These before and after images of Mount Vernon show the restoration of one of America’s greatest landmarks.
One of the earliest house restorations in America was Mount Vernon, the home of George Washington. America’s first president died in 1799 and his beloved home eventually fell into an advanced state of neglect, as seen in this photo taken in 1858 (courtesy of the Mt. Vernon Ladies Assoc.).
The Mount Vernon Ladies Association was formed to save and preserve the house, purchasing it shortly before the outbreak of the Civil War. Following the war, restoration began and has never stopped. New research and analysis leads to more accurate information about the appearance and functioning of the plantation during Washington’s lifetime and additional work is done based on new knowledge.
Note that the balustrade on the roof and porch at the left in the 1858 image were added to the house after Washington’s lifetime and were removed to present the house as he knew it.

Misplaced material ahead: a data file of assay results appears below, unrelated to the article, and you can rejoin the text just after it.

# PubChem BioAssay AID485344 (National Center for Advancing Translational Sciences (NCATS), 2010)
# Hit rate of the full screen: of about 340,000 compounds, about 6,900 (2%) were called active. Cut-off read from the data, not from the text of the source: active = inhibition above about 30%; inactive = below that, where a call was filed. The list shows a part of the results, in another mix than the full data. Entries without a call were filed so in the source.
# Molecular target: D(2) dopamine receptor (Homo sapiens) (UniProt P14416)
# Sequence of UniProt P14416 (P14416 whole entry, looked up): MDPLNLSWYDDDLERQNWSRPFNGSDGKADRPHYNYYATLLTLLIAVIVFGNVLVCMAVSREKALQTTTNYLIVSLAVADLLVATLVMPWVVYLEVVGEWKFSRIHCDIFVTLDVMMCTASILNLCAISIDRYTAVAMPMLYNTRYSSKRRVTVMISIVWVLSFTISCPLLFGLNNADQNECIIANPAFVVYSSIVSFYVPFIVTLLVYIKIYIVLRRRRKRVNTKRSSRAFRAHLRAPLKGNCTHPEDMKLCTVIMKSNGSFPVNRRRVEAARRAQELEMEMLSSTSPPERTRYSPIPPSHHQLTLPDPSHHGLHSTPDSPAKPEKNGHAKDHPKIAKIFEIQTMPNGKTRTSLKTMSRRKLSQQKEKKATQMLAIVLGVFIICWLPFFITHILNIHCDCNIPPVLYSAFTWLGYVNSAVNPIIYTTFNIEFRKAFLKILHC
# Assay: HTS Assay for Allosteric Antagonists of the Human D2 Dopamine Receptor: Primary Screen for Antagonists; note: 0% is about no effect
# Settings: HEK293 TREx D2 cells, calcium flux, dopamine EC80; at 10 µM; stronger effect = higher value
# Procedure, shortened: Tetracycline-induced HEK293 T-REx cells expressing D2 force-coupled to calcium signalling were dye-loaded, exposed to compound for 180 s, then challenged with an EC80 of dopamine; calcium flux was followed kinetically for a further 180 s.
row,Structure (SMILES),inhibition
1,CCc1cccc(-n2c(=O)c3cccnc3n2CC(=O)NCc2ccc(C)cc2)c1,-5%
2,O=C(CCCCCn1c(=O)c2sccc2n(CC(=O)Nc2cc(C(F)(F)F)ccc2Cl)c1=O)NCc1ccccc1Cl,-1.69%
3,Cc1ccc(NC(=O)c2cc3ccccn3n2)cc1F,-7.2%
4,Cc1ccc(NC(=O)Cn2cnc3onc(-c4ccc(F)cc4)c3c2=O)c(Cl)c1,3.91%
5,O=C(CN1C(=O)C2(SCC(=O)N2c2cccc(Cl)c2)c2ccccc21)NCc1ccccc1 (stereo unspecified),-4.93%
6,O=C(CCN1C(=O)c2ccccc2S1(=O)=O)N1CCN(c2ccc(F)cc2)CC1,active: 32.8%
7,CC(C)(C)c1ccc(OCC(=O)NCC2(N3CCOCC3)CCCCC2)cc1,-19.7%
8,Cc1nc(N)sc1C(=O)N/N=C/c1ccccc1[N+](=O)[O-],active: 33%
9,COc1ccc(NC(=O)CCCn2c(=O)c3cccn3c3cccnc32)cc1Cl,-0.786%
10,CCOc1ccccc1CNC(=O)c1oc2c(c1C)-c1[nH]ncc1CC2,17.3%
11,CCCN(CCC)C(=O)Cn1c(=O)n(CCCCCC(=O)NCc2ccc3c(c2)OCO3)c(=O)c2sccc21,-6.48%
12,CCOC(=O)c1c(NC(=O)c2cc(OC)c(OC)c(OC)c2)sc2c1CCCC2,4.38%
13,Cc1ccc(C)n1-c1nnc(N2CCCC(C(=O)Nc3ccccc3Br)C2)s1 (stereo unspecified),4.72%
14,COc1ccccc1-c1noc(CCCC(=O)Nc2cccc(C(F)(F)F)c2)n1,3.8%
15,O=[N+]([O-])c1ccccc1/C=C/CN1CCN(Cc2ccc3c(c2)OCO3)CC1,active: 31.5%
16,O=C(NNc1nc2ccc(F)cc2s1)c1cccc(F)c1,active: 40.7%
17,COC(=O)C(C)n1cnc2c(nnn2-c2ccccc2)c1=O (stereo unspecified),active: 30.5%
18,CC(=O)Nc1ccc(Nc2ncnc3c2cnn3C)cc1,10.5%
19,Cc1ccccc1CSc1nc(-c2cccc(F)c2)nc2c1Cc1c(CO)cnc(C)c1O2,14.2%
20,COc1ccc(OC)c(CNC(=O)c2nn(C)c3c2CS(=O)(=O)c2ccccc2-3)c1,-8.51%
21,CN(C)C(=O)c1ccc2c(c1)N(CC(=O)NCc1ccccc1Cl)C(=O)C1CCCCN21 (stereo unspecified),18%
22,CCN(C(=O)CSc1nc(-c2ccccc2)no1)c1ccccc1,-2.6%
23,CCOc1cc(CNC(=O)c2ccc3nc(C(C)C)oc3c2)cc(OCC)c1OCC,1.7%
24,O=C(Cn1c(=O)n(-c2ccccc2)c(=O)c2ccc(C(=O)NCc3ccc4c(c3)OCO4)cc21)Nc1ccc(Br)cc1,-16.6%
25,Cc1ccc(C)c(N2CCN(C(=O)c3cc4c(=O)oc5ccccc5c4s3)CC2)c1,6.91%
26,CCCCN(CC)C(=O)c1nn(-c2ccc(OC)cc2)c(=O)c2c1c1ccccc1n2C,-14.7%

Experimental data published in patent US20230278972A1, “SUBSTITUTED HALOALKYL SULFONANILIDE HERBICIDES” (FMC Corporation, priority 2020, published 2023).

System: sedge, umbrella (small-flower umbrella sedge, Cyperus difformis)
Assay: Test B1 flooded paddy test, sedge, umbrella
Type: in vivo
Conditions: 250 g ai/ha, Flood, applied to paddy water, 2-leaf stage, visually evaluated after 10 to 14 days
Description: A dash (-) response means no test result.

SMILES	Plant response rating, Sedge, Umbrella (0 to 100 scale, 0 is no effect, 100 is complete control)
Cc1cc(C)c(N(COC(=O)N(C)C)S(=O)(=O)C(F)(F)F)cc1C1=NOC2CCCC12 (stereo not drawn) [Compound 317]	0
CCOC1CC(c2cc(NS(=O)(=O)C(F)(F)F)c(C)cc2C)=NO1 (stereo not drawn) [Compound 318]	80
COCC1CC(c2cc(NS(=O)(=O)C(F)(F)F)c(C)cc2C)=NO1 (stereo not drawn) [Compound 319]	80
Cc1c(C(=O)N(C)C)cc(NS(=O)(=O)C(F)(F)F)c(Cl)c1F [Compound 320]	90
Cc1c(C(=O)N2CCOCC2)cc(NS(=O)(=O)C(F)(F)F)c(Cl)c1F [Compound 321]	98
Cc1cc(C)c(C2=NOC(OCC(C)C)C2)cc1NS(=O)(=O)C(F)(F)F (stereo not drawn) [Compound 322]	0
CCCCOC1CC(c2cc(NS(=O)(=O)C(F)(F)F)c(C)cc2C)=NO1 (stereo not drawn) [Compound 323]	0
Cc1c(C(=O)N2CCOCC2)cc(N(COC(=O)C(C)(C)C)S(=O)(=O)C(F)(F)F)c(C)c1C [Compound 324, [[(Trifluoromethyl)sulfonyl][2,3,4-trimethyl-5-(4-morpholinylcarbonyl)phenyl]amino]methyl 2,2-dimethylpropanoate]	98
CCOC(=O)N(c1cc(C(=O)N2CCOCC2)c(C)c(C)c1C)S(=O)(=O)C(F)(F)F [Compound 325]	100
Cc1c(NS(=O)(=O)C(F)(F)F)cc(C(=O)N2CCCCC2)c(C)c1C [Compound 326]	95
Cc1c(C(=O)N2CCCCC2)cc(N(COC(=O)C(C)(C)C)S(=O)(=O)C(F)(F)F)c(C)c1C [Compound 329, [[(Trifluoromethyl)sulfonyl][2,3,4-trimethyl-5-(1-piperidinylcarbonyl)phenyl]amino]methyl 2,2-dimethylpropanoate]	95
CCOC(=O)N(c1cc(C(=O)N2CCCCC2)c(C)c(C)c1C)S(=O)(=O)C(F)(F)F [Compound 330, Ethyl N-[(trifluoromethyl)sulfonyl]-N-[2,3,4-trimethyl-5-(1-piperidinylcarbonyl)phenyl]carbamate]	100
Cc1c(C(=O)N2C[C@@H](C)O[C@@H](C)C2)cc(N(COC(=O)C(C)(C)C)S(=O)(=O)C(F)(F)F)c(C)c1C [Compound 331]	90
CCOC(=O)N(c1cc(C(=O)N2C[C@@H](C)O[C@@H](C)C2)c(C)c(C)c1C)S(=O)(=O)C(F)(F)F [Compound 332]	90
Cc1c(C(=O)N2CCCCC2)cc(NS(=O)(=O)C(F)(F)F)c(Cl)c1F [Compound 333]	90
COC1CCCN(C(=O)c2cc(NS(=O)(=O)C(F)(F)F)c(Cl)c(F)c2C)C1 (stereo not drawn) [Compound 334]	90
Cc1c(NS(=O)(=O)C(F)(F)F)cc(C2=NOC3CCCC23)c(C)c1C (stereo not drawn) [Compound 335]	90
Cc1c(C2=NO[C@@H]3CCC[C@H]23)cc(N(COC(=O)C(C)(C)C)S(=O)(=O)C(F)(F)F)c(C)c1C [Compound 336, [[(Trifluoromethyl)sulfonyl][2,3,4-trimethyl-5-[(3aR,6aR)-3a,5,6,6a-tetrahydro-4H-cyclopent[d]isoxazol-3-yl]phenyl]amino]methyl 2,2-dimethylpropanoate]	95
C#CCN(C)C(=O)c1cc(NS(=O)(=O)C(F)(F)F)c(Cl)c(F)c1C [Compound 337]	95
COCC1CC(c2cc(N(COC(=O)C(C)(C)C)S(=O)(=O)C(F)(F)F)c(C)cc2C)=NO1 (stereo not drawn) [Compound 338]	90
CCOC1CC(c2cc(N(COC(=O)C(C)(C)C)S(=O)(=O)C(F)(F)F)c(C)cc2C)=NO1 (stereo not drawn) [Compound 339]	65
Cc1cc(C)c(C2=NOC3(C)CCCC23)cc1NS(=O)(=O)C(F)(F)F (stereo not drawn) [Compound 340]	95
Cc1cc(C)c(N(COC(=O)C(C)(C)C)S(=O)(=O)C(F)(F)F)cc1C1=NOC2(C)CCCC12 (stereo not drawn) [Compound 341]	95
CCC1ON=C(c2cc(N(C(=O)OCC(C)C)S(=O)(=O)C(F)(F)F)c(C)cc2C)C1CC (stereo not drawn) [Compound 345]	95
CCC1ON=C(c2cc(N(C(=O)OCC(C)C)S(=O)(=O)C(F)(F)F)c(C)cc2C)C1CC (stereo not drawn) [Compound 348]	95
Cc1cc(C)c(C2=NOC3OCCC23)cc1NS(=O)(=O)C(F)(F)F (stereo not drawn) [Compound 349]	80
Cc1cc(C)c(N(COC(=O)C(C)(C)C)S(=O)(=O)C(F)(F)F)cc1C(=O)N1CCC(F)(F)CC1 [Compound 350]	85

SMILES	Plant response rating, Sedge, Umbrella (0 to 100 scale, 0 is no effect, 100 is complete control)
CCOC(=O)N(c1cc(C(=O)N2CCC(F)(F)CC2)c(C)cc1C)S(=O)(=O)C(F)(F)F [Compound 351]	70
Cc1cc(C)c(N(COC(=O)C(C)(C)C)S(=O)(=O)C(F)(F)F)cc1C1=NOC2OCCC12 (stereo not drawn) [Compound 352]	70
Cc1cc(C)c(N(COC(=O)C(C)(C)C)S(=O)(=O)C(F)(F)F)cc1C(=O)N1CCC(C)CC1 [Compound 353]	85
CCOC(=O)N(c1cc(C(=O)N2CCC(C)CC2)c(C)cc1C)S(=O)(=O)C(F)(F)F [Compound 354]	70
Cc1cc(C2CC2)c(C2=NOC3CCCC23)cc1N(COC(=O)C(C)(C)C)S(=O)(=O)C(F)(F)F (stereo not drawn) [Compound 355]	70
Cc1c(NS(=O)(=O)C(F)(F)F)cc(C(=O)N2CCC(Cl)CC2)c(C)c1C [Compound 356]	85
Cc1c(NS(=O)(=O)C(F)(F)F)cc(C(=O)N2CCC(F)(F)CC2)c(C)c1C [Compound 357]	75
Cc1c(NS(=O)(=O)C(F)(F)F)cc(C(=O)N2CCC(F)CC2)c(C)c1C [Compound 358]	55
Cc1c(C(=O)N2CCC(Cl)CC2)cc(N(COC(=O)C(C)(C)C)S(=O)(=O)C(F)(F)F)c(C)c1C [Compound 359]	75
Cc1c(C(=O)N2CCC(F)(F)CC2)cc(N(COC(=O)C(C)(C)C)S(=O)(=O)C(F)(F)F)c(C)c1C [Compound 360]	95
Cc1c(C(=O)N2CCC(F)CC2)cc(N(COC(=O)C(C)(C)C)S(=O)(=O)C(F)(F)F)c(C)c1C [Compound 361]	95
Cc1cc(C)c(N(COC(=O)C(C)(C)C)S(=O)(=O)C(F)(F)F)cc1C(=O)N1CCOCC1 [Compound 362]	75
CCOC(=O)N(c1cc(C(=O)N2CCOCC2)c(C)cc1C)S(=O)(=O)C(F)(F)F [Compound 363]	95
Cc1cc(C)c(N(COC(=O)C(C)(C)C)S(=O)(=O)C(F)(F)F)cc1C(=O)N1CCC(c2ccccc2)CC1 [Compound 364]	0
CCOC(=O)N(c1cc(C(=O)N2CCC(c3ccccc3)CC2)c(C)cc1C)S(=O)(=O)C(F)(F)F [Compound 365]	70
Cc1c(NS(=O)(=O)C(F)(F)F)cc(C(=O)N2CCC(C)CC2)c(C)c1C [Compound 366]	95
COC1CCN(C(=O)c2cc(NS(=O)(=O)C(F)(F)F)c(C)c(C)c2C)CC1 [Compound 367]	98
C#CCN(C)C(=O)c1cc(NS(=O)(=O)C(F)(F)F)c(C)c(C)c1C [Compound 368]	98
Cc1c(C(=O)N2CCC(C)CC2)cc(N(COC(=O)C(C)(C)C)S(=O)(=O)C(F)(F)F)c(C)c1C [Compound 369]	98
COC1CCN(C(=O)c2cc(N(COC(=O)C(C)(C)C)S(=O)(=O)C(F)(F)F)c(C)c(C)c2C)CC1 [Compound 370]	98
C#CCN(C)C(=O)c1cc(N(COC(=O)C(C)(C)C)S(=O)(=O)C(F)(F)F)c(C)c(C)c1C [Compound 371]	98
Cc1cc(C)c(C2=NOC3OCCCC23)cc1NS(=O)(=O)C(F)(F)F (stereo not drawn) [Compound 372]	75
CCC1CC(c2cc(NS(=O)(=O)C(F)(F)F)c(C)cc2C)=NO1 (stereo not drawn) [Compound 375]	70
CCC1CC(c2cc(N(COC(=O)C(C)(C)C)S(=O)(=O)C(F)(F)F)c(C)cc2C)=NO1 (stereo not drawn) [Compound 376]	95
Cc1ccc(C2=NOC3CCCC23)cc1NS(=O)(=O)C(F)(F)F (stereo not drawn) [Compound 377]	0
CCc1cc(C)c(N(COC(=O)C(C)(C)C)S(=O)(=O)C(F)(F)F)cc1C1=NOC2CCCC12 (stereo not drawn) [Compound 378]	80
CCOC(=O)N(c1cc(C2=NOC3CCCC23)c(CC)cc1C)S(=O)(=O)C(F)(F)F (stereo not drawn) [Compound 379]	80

Recently, significant research has been done on the enslaved inhabitants of Mt. Vernon and their important roles in the history of the plantation are now included in the interpretation of the site for visitors.
The iconic house (after photo by Ken Lund) stands as a monument to the man who established the model for the American Presidency, to his wife Martha, whose management of the property freed him to engage in public service, and the community of enslaved people whose work on the plantation made the construction of the house and the Washington’s lifestyle possible.
“Restoring Your Historic House, The Comprehensive Guide for Homeowners” covers all the stages of restoration needed to save a house.
The 720 page award-winning and best-selling hardcover book is available in bookstores and from online retailers.
Signed and personalized copies are available from the author in the shop on this site, https://yourhistorichouse.com/shop/.
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